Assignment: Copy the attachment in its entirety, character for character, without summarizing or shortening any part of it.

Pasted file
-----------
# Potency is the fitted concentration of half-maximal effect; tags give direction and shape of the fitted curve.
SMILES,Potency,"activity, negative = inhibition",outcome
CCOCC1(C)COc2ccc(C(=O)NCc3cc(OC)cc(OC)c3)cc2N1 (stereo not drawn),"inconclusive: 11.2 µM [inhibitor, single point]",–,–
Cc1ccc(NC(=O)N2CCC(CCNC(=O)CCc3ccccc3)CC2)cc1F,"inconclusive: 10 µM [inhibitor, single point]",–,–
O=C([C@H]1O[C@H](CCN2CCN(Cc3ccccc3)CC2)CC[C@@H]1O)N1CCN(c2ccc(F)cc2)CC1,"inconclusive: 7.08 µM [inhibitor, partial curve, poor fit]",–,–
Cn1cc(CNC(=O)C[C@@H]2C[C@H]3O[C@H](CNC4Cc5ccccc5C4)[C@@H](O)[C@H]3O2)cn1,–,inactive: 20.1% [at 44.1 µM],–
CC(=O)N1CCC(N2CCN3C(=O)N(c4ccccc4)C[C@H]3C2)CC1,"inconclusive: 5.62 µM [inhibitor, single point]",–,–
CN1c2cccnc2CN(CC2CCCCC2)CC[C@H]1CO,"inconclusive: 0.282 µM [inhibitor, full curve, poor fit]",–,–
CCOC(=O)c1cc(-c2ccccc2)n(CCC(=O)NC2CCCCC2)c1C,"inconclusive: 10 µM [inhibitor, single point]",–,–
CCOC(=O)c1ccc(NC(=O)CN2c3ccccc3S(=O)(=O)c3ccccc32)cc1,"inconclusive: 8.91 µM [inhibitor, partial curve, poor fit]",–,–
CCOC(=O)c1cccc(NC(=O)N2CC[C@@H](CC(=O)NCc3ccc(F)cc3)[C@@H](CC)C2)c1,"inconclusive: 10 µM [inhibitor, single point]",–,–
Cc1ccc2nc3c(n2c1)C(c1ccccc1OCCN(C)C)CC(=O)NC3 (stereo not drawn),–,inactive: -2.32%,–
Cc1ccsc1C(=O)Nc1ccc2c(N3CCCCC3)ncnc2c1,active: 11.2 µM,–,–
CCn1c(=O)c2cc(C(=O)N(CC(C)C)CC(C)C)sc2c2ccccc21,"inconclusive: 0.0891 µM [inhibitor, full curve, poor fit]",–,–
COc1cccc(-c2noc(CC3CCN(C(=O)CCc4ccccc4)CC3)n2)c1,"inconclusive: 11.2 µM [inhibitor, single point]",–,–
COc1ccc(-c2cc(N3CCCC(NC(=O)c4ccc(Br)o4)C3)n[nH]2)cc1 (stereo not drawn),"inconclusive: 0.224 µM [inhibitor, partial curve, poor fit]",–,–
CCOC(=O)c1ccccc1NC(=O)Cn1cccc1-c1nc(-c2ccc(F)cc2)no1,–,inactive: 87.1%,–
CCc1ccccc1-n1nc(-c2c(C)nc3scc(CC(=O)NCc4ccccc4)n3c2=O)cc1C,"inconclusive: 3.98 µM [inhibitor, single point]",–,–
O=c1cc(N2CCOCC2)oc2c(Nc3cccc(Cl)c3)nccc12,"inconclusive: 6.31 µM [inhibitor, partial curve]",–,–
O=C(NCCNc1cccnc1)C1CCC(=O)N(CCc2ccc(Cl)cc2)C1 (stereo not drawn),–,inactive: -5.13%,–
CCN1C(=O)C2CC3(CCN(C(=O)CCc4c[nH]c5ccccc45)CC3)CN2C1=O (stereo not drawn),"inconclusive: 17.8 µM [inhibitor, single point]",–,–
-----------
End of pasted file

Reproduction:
# Potency is the fitted concentration of half-maximal effect; tags give direction and shape of the fitted curve.
SMILES,Potency,"activity, negative = inhibition",outcome
CCOCC1(C)COc2ccc(C(=O)NCc3cc(OC)cc(OC)c3)cc2N1 (stereo not drawn),"inconclusive: 11.2 µM [inhibitor, single point]",–,–
Cc1ccc(NC(=O)N2CCC(CCNC(=O)CCc3ccccc3)CC2)cc1F,"inconclusive: 10 µM [inhibitor, single point]",–,–
O=C([C@H]1O[C@H](CCN2CCN(Cc3ccccc3)CC2)CC[C@@H]1O)N1CCN(c2ccc(F)cc2)CC1,"inconclusive: 7.08 µM [inhibitor, partial curve, poor fit]",–,–
Cn1cc(CNC(=O)C[C@@H]2C[C@H]3O[C@H](CNC4Cc5ccccc5C4)[C@@H](O)[C@H]3O2)cn1,–,inactive: 20.1% [at 44.1 µM],–
CC(=O)N1CCC(N2CCN3C(=O)N(c4ccccc4)C[C@H]3C2)CC1,"inconclusive: 5.62 µM [inhibitor, single point]",–,–
CN1c2cccnc2CN(CC2CCCCC2)CC[C@H]1CO,"inconclusive: 0.282 µM [inhibitor, full curve, poor fit]",–,–
CCOC(=O)c1cc(-c2ccccc2)n(CCC(=O)NC2CCCCC2)c1C,"inconclusive: 10 µM [inhibitor, single point]",–,–
CCOC(=O)c1ccc(NC(=O)CN2c3ccccc3S(=O)(=O)c3ccccc32)cc1,"inconclusive: 8.91 µM [inhibitor, partial curve, poor fit]",–,–
CCOC(=O)c1cccc(NC(=O)N2CC[C@@H](CC(=O)NCc3ccc(F)cc3)[C@@H](CC)C2)c1,"inconclusive: 10 µM [inhibitor, single point]",–,–
Cc1ccc2nc3c(n2c1)C(c1ccccc1OCCN(C)C)CC(=O)NC3 (stereo not drawn),–,inactive: -2.32%,–
Cc1ccsc1C(=O)Nc1ccc2c(N3CCCCC3)ncnc2c1,active: 11.2 µM,–,–
CCn1c(=O)c2cc(C(=O)N(CC(C)C)CC(C)C)sc2c2ccccc21,"inconclusive: 0.0891 µM [inhibitor, full curve, poor fit]",–,–
COc1cccc(-c2noc(CC3CCN(C(=O)CCc4ccccc4)CC3)n2)c1,"inconclusive: 11.2 µM [inhibitor, single point]",–,–
COc1ccc(-c2cc(N3CCCC(NC(=O)c4ccc(Br)o4)C3)n[nH]2)cc1 (stereo not drawn),"inconclusive: 0.224 µM [inhibitor, partial curve, poor fit]",–,–
CCOC(=O)c1ccccc1NC(=O)Cn1cccc1-c1nc(-c2ccc(F)cc2)no1,–,inactive: 87.1%,–
CCc1ccccc1-n1nc(-c2c(C)nc3scc(CC(=O)NCc4ccccc4)n3c2=O)cc1C,"inconclusive: 3.98 µM [inhibitor, single point]",–,–
O=c1cc(N2CCOCC2)oc2c(Nc3cccc(Cl)c3)nccc12,"inconclusive: 6.31 µM [inhibitor, partial curve]",–,–
O=C(NCCNc1cccnc1)C1CCC(=O)N(CCc2ccc(Cl)cc2)C1 (stereo not drawn),–,inactive: -5.13%,–
CCN1C(=O)C2CC3(CCN(C(=O)CCc4c[nH]c5ccccc45)CC3)CN2C1=O (stereo not drawn),"inconclusive: 17.8 µM [inhibitor, single point]",–,–